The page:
Chinese Lesson: Paying the Price for Uprightness
Mohan Guruswamy May 22, 2019/Op-Ed
World’s largest electoral exercise, in the largest democracy – India, concluded on May 19th. The counting and results are awaited in a few hours from now. This elction has been the most acrimonious so far in Independent India’s history. Given the endemic corruption and the corrosive hyper-nationalism around the world today, the importance of honesty, integrity, and uprightness in public life is in stark focus. The French Revolution produced Maximilien Robespierre, ‘the Incorruptible’ whose intolerance for corruption brought in the infamous guillotine. Mohan Guruswamy goes down Chinese history to highlight the importance of uprightness, whatever the price maybe.
Recently I had a visitor from Hainan, China, Jiang Zhongqiang. Jiang is from the South China Maritime Research Centre, and has been commissioned to write a book about the Congress Party. I told him that to understand the inner workings of the party he would be better off first studying the inner workings of the Ming court. When asked to elaborate I told him about Hai Rui (1514-1587), the honest bureaucrat from Hainan who is buried in the provincial capital Haikou in a nondescript grave. We also spoke about the writer Lu Xun (1881-1936), who like Hai Rui paid a heavy price for his uprightness.
Hai Rui was a scholar-official of the Ming dynasty. He is remembered as a model of honesty and integrity in office. A play based on his career, Hai Rui Dismissed from Office, by Wu Han gained political significance in 1961 after the Peking Opera staged it. Initially Mao applauded the play, but when people started seeing in it as an allegory of him and Marshal Peng Dehuai, the Great Helmsman changed his mind. Peng himself agreed with this interpretation, and stated: “I want to be a Hai Rui!” in a 1962 letter to Mao requesting his return to politics. Wu Han himself was purged for his troubles and died in prison in 1969.
Hai Rui was a scholar-bureaucrat. Like many educated Chinese he joined the bureaucracy and soon gained a reputation for his morality, scrupulous honesty and fairness. This won him widespread popular support, evinced among other things by his being enshrined while alive; but he also made many enemies in the bureaucracy. Nevertheless, he was called to the capital Peking and promoted to the position of secretary of the ministry of revenue. In 1565, he submitted a memorial strongly criticising Emperor Jialing for the neglect of his duties and bringing disaster to the country, for which he was sentenced to death in 1566. He was released after the emperor died in early 1567. Hai Rui was reappointed under the Emperor Longqing, but soon forced to resign in 1570 after complaints were made over his overzealous handling of land-tenure issues.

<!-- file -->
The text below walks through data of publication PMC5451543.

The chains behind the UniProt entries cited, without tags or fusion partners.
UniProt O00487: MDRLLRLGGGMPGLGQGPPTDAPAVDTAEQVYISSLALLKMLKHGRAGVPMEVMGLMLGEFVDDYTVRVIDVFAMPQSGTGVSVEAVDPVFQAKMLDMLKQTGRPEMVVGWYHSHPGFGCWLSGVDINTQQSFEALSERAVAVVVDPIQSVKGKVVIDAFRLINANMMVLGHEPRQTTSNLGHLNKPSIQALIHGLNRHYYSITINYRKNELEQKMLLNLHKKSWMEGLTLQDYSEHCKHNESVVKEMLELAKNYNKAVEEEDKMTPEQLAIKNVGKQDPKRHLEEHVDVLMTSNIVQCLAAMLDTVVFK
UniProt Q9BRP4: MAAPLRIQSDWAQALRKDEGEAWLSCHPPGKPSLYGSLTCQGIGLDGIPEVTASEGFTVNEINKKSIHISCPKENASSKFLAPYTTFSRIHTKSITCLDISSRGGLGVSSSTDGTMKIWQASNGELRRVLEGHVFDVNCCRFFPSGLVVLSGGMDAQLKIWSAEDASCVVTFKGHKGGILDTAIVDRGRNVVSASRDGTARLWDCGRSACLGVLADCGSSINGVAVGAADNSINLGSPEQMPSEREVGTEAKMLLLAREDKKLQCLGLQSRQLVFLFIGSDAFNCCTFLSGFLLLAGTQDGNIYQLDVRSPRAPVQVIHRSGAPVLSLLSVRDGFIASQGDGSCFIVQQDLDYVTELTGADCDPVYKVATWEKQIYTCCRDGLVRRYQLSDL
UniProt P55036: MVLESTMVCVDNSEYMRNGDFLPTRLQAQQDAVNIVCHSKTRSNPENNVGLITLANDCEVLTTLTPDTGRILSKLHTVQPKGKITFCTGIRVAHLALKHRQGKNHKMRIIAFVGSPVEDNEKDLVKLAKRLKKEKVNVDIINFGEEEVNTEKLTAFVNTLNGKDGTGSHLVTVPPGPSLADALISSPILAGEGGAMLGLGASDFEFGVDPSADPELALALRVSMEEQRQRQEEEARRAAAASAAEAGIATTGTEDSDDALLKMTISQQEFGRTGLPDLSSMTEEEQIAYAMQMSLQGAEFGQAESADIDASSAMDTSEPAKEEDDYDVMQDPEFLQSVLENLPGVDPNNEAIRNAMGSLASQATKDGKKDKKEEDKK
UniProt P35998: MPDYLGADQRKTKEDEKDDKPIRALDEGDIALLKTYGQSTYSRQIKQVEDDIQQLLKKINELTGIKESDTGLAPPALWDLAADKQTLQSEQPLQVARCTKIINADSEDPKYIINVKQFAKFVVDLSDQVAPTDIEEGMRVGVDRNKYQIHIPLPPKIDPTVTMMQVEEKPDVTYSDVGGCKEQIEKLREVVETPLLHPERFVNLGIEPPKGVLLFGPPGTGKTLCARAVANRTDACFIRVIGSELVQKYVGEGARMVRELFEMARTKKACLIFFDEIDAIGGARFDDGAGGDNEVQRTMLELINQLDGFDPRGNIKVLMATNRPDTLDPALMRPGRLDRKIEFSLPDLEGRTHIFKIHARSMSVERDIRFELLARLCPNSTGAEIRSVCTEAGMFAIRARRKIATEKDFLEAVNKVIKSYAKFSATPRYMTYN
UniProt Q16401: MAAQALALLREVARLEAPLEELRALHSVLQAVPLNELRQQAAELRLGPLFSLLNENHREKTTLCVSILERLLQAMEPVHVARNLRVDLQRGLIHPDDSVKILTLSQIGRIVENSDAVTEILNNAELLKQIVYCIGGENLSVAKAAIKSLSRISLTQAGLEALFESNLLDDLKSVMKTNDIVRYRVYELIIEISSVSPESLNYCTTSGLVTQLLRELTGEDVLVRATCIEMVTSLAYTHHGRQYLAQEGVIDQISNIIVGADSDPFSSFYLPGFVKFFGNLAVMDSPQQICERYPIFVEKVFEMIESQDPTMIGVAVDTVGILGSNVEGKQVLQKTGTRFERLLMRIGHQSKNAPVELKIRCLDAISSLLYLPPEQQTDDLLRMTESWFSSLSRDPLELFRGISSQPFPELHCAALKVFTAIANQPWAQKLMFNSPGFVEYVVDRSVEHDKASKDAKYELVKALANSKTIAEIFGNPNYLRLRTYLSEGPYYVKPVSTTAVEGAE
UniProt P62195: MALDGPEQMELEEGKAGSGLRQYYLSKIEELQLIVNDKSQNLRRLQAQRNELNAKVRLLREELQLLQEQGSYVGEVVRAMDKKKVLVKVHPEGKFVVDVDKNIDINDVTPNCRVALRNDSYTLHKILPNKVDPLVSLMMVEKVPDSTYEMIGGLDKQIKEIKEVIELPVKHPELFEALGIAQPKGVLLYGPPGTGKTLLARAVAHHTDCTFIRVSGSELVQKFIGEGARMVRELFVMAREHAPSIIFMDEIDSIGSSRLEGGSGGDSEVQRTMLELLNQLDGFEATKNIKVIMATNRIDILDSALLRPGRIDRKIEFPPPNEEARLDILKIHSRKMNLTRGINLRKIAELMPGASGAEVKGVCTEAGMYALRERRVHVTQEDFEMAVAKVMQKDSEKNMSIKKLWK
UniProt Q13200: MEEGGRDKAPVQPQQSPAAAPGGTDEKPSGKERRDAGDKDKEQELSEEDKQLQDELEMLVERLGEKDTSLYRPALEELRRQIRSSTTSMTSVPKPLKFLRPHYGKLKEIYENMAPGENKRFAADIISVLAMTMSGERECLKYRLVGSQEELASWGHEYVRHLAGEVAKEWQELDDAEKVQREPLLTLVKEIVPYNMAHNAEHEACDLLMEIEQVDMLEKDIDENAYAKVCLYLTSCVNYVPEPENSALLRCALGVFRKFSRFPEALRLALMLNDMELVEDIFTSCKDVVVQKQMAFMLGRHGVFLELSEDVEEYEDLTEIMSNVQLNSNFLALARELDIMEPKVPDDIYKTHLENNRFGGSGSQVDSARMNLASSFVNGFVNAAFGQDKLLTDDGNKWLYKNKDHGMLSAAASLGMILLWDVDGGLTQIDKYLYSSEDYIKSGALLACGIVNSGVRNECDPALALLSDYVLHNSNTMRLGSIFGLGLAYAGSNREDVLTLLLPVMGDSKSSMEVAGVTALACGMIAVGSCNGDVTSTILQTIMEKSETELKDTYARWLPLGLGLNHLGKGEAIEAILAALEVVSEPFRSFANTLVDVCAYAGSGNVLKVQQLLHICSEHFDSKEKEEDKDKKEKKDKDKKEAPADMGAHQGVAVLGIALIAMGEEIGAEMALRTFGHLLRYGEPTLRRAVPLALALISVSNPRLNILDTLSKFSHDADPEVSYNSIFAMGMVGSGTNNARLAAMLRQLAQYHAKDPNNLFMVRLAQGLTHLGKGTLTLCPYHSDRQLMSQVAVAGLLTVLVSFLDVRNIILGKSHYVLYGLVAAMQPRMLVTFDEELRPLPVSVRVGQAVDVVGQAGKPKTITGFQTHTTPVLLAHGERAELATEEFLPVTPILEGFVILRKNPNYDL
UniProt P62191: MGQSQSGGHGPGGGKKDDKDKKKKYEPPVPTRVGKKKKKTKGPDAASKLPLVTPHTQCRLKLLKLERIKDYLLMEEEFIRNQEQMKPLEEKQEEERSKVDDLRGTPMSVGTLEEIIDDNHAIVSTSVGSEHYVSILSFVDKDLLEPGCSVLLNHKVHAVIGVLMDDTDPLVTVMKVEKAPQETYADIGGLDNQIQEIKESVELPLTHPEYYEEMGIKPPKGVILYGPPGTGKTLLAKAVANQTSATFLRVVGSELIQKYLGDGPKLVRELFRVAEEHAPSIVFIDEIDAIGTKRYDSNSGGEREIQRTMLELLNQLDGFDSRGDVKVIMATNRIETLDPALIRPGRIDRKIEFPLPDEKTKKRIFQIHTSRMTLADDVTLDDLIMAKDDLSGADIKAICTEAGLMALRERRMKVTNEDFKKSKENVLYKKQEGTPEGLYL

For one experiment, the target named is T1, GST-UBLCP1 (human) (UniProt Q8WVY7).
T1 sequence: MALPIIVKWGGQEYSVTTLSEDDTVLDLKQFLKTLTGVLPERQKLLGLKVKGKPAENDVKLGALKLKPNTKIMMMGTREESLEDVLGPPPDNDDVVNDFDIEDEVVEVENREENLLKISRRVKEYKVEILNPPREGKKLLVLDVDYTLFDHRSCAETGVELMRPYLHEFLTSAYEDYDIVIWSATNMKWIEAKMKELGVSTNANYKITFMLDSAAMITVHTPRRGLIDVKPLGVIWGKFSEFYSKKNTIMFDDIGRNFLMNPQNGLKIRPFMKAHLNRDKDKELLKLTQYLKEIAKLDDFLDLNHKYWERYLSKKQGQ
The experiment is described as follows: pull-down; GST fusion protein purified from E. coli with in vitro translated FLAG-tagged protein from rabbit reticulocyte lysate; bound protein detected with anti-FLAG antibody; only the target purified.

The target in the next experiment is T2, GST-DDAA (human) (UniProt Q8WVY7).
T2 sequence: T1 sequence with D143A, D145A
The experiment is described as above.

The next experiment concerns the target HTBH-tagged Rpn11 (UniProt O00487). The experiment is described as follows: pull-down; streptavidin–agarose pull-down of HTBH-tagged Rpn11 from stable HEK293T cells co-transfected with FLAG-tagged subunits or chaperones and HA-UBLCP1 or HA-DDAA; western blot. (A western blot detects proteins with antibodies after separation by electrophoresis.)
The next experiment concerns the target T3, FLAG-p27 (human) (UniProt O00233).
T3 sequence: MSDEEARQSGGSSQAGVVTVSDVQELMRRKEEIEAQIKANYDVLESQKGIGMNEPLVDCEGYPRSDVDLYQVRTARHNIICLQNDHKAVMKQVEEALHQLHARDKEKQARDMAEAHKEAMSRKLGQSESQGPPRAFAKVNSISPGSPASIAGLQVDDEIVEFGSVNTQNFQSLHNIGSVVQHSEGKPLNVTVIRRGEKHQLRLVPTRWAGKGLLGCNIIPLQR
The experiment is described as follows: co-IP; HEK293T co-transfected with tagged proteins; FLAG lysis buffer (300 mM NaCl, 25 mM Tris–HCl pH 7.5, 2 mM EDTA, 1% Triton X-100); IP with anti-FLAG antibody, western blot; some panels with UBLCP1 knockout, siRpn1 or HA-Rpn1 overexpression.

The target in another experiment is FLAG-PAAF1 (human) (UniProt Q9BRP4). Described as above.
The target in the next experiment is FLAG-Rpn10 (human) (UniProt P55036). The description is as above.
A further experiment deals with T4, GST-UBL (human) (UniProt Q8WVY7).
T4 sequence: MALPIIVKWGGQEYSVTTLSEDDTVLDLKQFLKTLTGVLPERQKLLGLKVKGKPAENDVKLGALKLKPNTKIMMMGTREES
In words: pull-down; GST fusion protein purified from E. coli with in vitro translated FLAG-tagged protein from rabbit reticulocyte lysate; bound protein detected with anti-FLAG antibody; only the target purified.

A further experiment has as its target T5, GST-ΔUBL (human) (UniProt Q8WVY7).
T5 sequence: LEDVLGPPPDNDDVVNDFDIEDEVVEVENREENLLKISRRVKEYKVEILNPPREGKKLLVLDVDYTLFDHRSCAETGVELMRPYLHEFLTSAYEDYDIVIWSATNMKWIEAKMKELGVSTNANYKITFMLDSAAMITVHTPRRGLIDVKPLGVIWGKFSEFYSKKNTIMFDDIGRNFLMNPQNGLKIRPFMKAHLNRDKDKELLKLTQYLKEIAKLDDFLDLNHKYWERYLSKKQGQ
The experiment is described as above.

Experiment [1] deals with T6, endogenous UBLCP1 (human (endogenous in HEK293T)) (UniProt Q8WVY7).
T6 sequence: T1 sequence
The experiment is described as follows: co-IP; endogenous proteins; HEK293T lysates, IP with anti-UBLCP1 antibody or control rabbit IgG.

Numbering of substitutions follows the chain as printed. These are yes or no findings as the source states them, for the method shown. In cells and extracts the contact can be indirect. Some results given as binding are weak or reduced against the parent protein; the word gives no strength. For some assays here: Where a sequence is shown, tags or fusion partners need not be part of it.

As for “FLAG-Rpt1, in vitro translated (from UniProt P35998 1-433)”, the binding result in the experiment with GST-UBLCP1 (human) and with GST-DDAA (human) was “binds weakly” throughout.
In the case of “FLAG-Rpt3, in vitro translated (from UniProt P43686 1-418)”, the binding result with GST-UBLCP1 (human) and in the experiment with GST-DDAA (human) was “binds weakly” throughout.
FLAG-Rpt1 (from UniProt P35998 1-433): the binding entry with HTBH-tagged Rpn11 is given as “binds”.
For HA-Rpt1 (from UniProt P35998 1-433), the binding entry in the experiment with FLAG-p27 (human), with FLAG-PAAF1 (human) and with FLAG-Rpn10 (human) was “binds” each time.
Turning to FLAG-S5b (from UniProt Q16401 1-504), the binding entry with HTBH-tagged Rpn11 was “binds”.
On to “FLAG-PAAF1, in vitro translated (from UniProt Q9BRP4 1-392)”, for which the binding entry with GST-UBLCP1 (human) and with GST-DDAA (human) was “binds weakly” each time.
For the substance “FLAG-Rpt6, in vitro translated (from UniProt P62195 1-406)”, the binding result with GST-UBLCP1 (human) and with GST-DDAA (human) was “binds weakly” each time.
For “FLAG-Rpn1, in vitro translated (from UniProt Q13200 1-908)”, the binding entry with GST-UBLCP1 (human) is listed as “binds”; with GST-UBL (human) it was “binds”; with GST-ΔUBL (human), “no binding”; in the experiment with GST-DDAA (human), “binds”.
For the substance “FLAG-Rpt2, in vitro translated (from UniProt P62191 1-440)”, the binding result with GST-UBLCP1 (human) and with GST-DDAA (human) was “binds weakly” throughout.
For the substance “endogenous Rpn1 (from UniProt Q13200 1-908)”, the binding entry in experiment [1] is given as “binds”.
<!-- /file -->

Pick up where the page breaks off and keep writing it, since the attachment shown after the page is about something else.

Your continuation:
He is not particularly celebrated in China any more, which is not surprising given the open corruption that flourishes there. Like in India now, wealth is more celebrated than character in China. When I visited Haikou, Hainan, in 2013, I asked my hosts to be taken to Hai Rui’s grave. My hosts were surprised. Perhaps he makes the Communist mandarins feel uncomfortable?
Interestingly enough, Hai Rui had an Indian connection. He was descended from a native of Guangzhou named Hai Da-er (Haidar), and his mother was also from a Muslim (Hui) family that originated from India. Hai Rui himself was however known primarily as a Neo-Confucian and never discussed Islam in his Confucian works.
In April 2015, I drove out from Shanghai to Shaoxing in Zhejiang province and crossed over the 36-km long bridge across the Hangzhou Bay from Jiaxing to Cixi. Cixi incidentally is the birthplace of KMT Generalissimo Chiang Kai Shek. The next town Shaoxing is the birthplace of Zhou Enlai, Mao Zedong’s devoted acolyte. But Shaoxing is a much-visited tourist destination these days because it is the hometown of the venerated writer Lu Xun, commonly considered the greatest Chinese writer of the 20th century. Lu Xun was also an important critic known for his sharp and unique essays on the historical traditions and modern conditions of China. Lu Xun was the pen name of Zhou Zorn, born in a wealthy Shaoxing family. This home of the family Zhou is a much-visited tourist site, not only for its simple elegance and for the unique peep it offers into late 19th century upper class family life in China, but also because it is the locale for several of Lu Xun’s stories.